I guess you don’t really care if Labour self destruct. I do – I prefer that we have as strong parties and MPs as possible, including Labour. I’m very disappointed they wasted last term, and are on target to fail to regroup and rebuild this term too.

                • felix

                  I think there’s a couple of things there we can agree on – I too am disappointed by Labour’s waste of the last term (and possibly this one). All this leadership stuff should’ve been sorted out when Helen left, not 4-5 years later.

                  And I also don’t want to see them self destruct. I even hope they can convince me to vote for them one day.

                  Where we probably disagree is on what they should be doing about it.

                  • They don’t seem to be able to agree about that amongst themselves either, hence their ongoing problems.

                    Do you think Mallard is helping their cause, or is he an old millstone still grinding away?

                    • felix

                      Hard to say. I think he’s probably not doing much to help Labour’s cause, but that’s not to say he isn’t doing some important work by by exposing the likes of Banks to public scrutiny.

                    • His hit rate is quite low though – he has tried a string of speculations, he admitted they were speculation and didn’t provide any substance on Q+A, just vague stamenmts like “it could look bad”.

                      That’s not so much exposing, more like trying to generate mistakes. That’s an old political strategy (dirty trick) based on the adage that it’s not the initial issue that causes the damage, it’s how it’s dealt with.

                      I’m sure there are other MPs who would buckle under sustained pressure and suprious accusations. Should all MPs be scrutinised to this degeree? Or should they be putting more effort into doing something for the country as our representatives?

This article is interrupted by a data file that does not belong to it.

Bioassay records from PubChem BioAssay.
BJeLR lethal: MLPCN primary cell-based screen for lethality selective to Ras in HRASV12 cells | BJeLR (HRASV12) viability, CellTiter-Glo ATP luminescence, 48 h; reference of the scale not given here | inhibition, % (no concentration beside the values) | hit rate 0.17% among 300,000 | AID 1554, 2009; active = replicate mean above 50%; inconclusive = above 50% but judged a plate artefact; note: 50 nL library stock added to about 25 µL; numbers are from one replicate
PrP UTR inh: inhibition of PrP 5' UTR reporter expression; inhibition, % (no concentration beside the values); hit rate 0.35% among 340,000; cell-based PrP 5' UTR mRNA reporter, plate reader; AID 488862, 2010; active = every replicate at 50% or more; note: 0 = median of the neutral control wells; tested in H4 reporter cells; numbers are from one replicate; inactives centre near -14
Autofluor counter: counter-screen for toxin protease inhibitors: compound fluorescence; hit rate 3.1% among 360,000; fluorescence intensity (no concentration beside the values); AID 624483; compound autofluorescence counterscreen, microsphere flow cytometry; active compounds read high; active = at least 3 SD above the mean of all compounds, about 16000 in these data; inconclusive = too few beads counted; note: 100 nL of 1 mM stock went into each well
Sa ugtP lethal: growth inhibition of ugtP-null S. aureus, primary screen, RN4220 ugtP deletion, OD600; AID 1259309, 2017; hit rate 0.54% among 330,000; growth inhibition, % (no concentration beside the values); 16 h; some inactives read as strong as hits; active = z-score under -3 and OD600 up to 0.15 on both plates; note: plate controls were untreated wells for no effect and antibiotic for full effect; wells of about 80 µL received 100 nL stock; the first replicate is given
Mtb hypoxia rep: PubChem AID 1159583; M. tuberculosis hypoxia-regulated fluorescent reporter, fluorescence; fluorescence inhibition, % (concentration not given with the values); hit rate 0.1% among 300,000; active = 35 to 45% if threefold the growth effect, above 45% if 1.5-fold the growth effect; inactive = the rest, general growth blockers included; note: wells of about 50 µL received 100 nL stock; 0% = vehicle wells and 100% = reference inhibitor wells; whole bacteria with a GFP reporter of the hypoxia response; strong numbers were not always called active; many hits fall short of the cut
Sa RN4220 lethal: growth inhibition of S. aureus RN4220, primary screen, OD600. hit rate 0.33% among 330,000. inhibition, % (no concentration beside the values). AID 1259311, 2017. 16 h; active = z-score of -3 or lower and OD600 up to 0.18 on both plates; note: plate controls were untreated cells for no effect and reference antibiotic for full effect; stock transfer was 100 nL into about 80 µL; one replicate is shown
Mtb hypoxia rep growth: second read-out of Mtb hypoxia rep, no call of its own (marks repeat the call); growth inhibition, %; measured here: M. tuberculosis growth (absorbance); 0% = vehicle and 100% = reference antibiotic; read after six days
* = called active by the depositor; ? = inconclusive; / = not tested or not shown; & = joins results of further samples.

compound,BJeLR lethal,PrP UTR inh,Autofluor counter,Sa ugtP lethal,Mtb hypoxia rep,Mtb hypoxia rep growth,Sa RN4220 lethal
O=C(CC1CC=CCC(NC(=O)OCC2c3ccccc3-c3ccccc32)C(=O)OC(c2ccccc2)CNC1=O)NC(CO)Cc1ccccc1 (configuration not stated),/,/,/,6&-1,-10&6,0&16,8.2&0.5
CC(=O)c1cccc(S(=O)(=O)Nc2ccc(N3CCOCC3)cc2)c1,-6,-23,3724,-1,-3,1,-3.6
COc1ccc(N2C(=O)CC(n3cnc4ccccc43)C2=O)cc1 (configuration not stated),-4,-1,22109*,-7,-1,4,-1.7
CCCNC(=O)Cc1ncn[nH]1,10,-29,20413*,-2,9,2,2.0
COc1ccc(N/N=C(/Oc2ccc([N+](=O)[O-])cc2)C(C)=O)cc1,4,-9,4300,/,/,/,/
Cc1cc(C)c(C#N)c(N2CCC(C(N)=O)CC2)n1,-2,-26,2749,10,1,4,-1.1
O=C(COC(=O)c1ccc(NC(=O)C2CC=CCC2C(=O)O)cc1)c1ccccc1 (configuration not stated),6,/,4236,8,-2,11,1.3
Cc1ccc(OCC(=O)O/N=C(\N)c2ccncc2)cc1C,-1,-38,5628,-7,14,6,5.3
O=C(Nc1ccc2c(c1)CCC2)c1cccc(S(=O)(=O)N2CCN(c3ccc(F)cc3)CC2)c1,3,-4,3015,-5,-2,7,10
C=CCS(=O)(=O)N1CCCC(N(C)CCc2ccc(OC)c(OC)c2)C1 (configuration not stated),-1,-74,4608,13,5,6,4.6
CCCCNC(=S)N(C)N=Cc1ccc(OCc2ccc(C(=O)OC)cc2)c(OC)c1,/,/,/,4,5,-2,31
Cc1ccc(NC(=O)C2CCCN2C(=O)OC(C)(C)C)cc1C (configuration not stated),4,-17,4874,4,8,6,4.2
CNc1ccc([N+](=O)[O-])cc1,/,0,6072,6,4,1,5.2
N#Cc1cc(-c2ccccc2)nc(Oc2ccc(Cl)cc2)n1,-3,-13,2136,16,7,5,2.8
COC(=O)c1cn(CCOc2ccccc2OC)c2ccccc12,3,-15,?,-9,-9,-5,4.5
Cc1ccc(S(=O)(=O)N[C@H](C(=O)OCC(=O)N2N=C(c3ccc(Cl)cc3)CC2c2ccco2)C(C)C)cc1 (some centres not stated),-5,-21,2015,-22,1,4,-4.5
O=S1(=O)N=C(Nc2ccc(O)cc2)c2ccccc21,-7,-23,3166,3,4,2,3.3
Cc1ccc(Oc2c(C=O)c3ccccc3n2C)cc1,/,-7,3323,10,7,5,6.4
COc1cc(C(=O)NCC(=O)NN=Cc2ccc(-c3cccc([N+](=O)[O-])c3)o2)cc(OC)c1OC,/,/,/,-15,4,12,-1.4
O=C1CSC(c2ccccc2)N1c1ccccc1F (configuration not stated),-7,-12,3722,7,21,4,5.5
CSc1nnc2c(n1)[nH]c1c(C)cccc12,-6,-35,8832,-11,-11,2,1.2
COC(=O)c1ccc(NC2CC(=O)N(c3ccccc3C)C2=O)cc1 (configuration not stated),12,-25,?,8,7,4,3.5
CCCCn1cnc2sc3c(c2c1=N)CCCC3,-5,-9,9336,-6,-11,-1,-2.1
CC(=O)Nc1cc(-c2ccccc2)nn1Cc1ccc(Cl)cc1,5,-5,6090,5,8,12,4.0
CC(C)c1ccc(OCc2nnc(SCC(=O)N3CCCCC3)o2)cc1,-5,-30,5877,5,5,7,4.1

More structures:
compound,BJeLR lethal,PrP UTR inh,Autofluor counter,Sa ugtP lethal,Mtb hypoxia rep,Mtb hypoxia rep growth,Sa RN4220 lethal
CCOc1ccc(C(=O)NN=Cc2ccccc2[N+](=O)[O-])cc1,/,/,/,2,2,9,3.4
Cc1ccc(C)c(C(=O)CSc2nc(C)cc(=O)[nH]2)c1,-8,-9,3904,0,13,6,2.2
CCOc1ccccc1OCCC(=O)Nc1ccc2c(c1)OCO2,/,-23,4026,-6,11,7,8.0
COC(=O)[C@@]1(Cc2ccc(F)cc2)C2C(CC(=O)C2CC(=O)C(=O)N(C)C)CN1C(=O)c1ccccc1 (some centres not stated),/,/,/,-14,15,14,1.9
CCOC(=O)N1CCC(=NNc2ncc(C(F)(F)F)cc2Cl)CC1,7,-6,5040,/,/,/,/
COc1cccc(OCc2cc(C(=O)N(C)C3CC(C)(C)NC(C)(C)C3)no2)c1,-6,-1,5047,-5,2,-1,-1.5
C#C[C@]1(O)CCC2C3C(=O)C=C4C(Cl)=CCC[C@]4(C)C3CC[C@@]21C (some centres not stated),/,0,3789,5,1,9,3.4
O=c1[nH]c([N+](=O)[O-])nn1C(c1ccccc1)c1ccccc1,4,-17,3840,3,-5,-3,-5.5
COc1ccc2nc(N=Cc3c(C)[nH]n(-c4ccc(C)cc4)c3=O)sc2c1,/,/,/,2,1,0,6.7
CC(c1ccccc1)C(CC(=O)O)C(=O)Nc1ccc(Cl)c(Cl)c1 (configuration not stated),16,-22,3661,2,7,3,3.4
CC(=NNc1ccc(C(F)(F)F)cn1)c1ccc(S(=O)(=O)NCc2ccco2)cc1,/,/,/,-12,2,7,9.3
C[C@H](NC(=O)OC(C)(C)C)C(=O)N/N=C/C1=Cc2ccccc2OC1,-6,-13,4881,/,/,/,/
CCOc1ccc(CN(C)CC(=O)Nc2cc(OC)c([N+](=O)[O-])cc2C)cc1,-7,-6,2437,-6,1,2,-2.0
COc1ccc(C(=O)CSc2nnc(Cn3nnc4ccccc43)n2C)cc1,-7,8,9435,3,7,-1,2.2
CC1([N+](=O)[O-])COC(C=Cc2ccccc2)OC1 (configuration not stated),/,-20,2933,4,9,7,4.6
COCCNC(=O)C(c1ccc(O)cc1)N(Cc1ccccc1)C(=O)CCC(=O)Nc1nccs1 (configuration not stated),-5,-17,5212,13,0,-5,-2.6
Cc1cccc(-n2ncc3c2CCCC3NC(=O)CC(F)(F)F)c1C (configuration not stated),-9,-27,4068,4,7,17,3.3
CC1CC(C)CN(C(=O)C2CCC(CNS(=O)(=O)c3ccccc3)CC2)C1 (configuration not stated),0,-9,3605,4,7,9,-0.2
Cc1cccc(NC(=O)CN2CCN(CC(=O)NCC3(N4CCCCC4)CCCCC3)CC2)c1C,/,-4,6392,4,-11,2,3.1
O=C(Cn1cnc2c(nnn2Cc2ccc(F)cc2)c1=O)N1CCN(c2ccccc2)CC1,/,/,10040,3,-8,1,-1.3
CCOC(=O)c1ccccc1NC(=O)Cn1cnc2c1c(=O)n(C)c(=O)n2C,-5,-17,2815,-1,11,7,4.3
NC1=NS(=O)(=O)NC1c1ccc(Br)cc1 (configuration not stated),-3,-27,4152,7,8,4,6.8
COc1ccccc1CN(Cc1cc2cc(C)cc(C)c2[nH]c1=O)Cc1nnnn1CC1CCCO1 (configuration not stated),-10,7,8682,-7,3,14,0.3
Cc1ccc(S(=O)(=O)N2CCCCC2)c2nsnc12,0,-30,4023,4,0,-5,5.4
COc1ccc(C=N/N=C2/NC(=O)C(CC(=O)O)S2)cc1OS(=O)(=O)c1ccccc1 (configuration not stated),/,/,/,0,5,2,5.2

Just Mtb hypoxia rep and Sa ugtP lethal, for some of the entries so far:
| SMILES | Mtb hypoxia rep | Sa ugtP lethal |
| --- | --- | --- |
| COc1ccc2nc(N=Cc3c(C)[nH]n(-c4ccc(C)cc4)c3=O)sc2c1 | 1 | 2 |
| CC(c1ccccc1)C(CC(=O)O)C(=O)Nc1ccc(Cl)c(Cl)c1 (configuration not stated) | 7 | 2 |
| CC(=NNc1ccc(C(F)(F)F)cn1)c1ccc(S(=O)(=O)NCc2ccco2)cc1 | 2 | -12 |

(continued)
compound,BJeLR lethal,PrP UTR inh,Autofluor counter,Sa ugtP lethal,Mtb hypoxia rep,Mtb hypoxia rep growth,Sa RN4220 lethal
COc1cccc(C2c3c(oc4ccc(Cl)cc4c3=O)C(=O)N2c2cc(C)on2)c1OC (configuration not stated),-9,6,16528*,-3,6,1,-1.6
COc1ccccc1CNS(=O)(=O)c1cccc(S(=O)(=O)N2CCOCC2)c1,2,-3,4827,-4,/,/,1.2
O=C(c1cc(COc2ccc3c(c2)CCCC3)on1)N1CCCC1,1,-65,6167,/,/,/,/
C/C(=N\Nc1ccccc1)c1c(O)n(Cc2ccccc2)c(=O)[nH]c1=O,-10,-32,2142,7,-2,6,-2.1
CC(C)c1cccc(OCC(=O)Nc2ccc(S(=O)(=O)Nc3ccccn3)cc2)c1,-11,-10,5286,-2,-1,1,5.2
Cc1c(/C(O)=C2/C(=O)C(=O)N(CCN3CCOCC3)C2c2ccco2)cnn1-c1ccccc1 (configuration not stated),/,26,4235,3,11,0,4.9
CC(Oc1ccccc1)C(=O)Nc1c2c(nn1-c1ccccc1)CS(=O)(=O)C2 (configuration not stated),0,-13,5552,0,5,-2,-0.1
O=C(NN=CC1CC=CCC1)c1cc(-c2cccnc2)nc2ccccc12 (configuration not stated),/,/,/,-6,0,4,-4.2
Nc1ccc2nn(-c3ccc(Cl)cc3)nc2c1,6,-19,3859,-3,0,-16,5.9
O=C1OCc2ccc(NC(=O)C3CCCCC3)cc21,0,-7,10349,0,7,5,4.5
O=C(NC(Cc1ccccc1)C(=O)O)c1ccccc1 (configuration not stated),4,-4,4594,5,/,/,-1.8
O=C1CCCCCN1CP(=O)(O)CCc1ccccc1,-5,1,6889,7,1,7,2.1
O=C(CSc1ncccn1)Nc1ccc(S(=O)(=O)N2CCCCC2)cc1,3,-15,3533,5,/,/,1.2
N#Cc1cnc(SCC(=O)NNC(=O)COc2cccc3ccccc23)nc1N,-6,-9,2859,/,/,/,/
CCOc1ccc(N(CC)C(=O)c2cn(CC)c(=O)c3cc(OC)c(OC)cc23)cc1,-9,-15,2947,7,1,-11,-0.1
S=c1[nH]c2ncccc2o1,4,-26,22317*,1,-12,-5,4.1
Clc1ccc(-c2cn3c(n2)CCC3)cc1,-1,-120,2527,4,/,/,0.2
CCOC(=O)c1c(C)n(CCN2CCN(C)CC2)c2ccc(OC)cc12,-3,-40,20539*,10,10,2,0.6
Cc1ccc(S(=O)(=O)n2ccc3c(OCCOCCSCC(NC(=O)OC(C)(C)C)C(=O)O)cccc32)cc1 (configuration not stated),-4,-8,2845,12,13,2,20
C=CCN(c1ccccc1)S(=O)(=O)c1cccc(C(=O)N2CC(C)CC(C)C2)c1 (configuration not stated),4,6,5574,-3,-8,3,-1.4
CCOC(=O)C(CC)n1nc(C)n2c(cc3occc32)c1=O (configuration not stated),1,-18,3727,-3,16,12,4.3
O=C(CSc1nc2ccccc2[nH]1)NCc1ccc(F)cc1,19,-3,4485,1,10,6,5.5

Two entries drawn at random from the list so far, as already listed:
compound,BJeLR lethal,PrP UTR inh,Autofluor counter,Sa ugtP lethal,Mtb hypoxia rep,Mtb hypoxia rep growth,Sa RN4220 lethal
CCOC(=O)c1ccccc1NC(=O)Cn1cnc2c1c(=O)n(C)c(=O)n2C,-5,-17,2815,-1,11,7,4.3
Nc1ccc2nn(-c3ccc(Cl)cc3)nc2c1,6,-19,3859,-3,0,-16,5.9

• felix

                      I’m not sure what you think would constitute a “hit”.

                      I imagine the objective is to expose Banks’ shonkey dealings and general incompetence, thereby calling into question Key’s judgement in allowing him several ministerial warrants.

                    • Vicky32

                      Do you think Mallard is helping their cause, or is he an old millstone still grinding away?

                      Well, speaking as a Labour voter, which I am, I have to say that I like Mallard! 🙂 I don’t think he’s a disgrace or whatever you say he is…

                    • felix

                      Yes Vicky, I think the much-touted public dislike of the man is very much confined to a very small group of political insiders.

      • Te Reo Putake 2.1.2

        “The more he posts the less I frequent this site.”
        Pete would see that as a victory, Tigger, so please keep visiting. Trolls are just about the only weapon the Tories have left in the armoury as the economy tanks, the country is being abandoned by our best and brightest and their economic policies appear to be based on bullying, corruption and cant.

        • Pete George

          Wrong. One of the things I promote is more and better discussion, The more the better, especially if it’s reasonable discussion and fair criticism.

          • rosy

            I’m quite sure more is not better in terms of the discussion you promote – with a couple of thoughtful exceptions the discussions you promote are snide swiping at everyone with a political leaning to the left of you.

          • Te Reo Putake